A simple symmetric encryption scheme uses the same key, derived from a password, for both directions of the communication. Is this bad practice, and if so what should be done about it? Is it 'good enough' for many things?
It can be safe, but using the same key in both directions adds several things you need to be careful about:
One thing you need to make sure is not a problem is if an attacker takes a message from Alice to Bob, and sends it back to Alice as if it were from Bob. Since Bob to Alice communications use the same key, Alice might decrypt the message, and act as if it came from Bob. There are several possible defenses against this; the easiest (if you include a Message Authentication Code, which you really ought) is to include a direction flag within the authentication data; that way, a wrong way message would be rejected.
If you use a nonce-based encryption method (such as Counter Mode or GCM), you need to make sure that both sides don't use the same nonce. This can be as easy as telling Alice to use even nonces, and Bob to use odd ones. However, if you are going to use the same password (and hence the same keys) for multiple sessions, this would indicate that a nonce-based encryption method is probably the Wrong Answer; something like CBC mode + HMAC would make rather more sense.
However, even though it can be done safely, I would suggest you avoid the issue entirely. Instead, when you send your password to the KDF, ask the KDF for twice the key length (say, 256 bits instead of 128), and use the first 128 bits for Alice to Bob messages, and the second half for Bob to Alice messages.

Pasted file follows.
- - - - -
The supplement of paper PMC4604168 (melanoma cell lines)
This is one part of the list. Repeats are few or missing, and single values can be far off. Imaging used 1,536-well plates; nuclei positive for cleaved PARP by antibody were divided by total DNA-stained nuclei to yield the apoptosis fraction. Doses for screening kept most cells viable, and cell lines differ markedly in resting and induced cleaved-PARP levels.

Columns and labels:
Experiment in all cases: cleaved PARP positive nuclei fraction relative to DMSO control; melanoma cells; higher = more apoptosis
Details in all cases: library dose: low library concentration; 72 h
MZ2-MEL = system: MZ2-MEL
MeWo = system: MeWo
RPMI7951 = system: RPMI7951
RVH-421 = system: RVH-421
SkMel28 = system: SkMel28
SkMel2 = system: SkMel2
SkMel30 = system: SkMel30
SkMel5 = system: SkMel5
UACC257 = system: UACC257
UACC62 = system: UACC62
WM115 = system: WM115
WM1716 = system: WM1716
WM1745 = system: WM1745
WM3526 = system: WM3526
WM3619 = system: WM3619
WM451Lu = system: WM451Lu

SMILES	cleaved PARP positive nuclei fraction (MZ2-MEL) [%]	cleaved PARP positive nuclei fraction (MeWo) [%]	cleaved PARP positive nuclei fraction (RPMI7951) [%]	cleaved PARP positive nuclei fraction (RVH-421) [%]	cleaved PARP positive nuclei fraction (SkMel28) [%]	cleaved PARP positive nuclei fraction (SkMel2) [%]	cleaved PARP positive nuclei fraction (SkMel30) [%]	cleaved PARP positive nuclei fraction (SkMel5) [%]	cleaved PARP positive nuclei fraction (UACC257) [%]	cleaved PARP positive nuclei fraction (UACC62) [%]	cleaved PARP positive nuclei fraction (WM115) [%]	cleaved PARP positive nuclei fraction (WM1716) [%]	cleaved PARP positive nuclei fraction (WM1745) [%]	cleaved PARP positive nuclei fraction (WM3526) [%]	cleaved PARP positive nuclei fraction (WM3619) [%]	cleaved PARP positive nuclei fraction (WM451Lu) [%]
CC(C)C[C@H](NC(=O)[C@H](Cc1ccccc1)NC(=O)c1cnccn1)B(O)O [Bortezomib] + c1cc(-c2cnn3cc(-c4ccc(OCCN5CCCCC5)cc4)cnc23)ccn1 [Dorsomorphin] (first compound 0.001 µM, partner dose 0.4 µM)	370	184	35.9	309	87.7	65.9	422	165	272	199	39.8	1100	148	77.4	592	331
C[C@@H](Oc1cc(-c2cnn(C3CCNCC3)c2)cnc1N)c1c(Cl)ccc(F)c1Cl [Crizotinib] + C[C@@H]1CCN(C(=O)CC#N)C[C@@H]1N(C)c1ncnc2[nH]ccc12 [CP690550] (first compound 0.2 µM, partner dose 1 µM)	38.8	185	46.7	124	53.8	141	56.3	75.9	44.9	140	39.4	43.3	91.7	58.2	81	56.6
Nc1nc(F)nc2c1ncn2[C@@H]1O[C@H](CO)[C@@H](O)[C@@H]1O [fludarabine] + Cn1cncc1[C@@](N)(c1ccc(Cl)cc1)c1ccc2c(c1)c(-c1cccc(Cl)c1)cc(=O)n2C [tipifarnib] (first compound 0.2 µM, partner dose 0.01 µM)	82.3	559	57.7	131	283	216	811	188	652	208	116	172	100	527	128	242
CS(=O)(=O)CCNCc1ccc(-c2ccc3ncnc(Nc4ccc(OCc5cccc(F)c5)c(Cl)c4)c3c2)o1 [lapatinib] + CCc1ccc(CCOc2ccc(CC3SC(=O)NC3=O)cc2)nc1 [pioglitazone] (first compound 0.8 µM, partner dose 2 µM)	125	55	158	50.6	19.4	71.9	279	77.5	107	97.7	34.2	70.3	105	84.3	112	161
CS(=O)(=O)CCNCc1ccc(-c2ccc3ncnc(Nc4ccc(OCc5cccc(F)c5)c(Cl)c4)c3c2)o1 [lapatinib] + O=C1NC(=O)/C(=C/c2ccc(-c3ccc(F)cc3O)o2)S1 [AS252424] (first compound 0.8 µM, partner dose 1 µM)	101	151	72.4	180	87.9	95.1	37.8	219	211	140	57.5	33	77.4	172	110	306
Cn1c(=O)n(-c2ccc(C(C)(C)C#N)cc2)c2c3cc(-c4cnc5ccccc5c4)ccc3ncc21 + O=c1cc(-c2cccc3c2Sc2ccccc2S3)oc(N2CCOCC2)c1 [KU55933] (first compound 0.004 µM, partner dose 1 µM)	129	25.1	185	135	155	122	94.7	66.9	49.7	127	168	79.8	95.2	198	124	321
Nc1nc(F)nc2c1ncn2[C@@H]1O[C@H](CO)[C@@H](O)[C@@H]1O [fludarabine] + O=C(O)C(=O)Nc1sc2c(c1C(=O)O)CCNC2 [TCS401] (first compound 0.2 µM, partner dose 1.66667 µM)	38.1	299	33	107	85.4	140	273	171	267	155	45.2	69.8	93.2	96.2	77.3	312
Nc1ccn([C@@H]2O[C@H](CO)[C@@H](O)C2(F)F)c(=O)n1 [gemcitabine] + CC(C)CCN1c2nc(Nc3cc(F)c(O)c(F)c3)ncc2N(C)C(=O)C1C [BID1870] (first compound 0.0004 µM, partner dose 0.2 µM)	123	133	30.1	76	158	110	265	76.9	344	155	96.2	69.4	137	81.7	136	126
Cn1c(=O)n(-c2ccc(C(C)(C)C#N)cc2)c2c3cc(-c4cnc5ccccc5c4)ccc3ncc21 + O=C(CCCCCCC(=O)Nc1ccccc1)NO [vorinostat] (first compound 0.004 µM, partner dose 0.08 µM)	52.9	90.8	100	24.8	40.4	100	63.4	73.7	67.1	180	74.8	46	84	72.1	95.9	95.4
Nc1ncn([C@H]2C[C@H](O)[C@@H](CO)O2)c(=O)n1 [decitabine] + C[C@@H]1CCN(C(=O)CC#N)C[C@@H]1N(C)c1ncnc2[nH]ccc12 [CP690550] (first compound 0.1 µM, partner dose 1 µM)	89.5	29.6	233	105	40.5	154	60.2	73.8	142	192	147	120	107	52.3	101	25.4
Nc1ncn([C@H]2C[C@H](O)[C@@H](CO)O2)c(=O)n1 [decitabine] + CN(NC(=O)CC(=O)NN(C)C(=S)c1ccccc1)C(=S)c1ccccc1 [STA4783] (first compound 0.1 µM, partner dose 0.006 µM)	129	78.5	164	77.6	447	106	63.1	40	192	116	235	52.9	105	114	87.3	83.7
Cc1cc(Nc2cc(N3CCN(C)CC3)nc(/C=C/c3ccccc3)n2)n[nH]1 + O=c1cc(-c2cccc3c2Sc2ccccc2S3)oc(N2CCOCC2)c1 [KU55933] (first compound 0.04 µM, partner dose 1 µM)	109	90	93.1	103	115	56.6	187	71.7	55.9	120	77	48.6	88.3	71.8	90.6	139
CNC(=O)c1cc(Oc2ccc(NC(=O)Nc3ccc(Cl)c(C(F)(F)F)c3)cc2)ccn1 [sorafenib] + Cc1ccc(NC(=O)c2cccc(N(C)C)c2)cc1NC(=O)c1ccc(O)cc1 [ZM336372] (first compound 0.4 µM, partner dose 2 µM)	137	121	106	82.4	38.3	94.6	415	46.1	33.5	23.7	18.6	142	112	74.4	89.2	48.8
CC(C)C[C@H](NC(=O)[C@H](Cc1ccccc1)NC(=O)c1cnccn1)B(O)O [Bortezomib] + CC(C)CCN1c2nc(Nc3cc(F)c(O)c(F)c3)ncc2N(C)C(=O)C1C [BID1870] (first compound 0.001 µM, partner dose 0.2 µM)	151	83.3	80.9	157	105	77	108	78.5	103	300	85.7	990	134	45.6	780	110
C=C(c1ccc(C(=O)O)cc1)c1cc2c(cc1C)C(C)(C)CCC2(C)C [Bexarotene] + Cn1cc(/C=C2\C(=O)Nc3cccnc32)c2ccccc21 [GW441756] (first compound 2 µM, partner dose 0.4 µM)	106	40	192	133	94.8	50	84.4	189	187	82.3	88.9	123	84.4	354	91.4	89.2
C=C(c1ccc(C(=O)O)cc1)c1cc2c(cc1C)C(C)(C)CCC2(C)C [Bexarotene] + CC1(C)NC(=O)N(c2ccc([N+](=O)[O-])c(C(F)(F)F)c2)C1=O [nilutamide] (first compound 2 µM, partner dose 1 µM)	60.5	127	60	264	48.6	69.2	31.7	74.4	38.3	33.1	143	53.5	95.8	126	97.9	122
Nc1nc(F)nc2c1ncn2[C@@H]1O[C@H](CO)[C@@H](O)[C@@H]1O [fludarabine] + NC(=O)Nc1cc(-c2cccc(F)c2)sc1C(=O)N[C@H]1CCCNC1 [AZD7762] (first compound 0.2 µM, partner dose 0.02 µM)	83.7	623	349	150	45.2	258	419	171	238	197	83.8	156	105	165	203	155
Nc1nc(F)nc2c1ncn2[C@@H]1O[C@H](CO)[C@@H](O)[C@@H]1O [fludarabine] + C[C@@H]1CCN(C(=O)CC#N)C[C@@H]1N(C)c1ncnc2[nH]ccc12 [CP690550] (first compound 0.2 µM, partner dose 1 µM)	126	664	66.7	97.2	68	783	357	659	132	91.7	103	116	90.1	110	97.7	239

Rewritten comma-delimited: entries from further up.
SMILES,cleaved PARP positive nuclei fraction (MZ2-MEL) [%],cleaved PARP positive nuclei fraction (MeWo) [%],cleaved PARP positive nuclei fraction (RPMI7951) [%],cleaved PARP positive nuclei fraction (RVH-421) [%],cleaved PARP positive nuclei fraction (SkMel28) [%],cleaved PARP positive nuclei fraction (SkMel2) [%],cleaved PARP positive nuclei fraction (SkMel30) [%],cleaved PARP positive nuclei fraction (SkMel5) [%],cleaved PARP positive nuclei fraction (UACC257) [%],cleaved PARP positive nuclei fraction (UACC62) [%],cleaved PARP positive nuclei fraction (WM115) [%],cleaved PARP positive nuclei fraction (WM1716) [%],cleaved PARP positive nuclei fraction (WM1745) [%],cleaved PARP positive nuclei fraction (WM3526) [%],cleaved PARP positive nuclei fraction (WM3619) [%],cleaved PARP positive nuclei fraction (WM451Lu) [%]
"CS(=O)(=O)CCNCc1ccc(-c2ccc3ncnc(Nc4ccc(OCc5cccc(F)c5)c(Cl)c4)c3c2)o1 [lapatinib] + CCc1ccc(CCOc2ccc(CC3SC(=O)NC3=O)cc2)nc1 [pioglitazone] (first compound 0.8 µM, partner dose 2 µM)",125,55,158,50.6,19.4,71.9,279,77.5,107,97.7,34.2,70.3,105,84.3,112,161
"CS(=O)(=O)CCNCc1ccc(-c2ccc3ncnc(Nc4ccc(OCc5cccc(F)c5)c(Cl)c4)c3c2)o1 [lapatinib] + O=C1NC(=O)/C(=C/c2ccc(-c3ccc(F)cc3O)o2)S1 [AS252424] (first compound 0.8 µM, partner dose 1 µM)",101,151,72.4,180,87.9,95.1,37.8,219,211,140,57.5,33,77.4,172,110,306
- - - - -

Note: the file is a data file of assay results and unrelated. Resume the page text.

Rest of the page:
The question is quite vague, but I'll answer the part of it that's specific.
It's not bad practice to use one symmetric key for both directions of the communication. It's the normal way to use symmetric crypto.
Having a separate symmetric key for each direction would not make it more secure, nor would it add authentication or non-repudiation. Even though the key is derived from a secret, that same secret would need to be known by the receiving end as well.
There's almost no value to be gained by using a separate key in each direction, and in fact, relying on such a scheme to provide any extra security may weaken the overall security.
As for it being "good enough" for "many things", that's just way too vague.